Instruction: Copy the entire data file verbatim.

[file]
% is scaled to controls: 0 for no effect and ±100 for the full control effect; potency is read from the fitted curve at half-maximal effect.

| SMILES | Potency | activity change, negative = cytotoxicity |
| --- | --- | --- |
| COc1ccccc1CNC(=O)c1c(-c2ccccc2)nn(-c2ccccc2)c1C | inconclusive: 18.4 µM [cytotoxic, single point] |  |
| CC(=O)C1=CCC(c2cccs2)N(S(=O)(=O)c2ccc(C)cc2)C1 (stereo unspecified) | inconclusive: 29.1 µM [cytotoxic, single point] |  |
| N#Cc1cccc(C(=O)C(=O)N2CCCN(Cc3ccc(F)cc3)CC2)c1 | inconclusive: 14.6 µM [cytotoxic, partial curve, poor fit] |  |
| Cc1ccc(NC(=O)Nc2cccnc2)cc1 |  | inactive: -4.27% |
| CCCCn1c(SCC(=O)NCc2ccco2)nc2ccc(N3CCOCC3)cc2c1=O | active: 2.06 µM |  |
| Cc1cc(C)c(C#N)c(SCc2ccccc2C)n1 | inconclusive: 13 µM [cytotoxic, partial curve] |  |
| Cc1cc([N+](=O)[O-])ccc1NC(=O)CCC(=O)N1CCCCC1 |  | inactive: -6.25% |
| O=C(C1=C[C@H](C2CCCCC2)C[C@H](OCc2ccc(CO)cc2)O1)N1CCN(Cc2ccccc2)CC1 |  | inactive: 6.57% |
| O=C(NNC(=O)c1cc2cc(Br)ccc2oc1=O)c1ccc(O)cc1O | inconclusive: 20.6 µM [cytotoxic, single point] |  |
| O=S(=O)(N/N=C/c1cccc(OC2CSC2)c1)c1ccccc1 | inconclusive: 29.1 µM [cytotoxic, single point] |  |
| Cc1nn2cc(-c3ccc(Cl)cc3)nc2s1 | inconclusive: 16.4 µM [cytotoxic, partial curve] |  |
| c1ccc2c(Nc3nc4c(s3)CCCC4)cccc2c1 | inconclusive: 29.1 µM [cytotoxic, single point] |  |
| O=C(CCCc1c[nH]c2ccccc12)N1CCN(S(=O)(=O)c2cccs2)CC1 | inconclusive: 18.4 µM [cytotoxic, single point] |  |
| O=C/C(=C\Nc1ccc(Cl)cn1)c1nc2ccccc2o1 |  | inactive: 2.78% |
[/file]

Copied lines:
% is scaled to controls: 0 for no effect and ±100 for the full control effect; potency is read from the fitted curve at half-maximal effect.

| SMILES | Potency | activity change, negative = cytotoxicity |
| --- | --- | --- |
| COc1ccccc1CNC(=O)c1c(-c2ccccc2)nn(-c2ccccc2)c1C | inconclusive: 18.4 µM [cytotoxic, single point] |  |
| CC(=O)C1=CCC(c2cccs2)N(S(=O)(=O)c2ccc(C)cc2)C1 (stereo unspecified) | inconclusive: 29.1 µM [cytotoxic, single point] |  |
| N#Cc1cccc(C(=O)C(=O)N2CCCN(Cc3ccc(F)cc3)CC2)c1 | inconclusive: 14.6 µM [cytotoxic, partial curve, poor fit] |  |
| Cc1ccc(NC(=O)Nc2cccnc2)cc1 |  | inactive: -4.27% |
| CCCCn1c(SCC(=O)NCc2ccco2)nc2ccc(N3CCOCC3)cc2c1=O | active: 2.06 µM |  |
| Cc1cc(C)c(C#N)c(SCc2ccccc2C)n1 | inconclusive: 13 µM [cytotoxic, partial curve] |  |
| Cc1cc([N+](=O)[O-])ccc1NC(=O)CCC(=O)N1CCCCC1 |  | inactive: -6.25% |
| O=C(C1=C[C@H](C2CCCCC2)C[C@H](OCc2ccc(CO)cc2)O1)N1CCN(Cc2ccccc2)CC1 |  | inactive: 6.57% |
| O=C(NNC(=O)c1cc2cc(Br)ccc2oc1=O)c1ccc(O)cc1O | inconclusive: 20.6 µM [cytotoxic, single point] |  |
| O=S(=O)(N/N=C/c1cccc(OC2CSC2)c1)c1ccccc1 | inconclusive: 29.1 µM [cytotoxic, single point] |  |
| Cc1nn2cc(-c3ccc(Cl)cc3)nc2s1 | inconclusive: 16.4 µM [cytotoxic, partial curve] |  |
| c1ccc2c(Nc3nc4c(s3)CCCC4)cccc2c1 | inconclusive: 29.1 µM [cytotoxic, single point] |  |
| O=C(CCCc1c[nH]c2ccccc12)N1CCN(S(=O)(=O)c2cccs2)CC1 | inconclusive: 18.4 µM [cytotoxic, single point] |  |
| O=C/C(=C\Nc1ccc(Cl)cn1)c1nc2ccccc2o1 |  | inactive: 2.78% |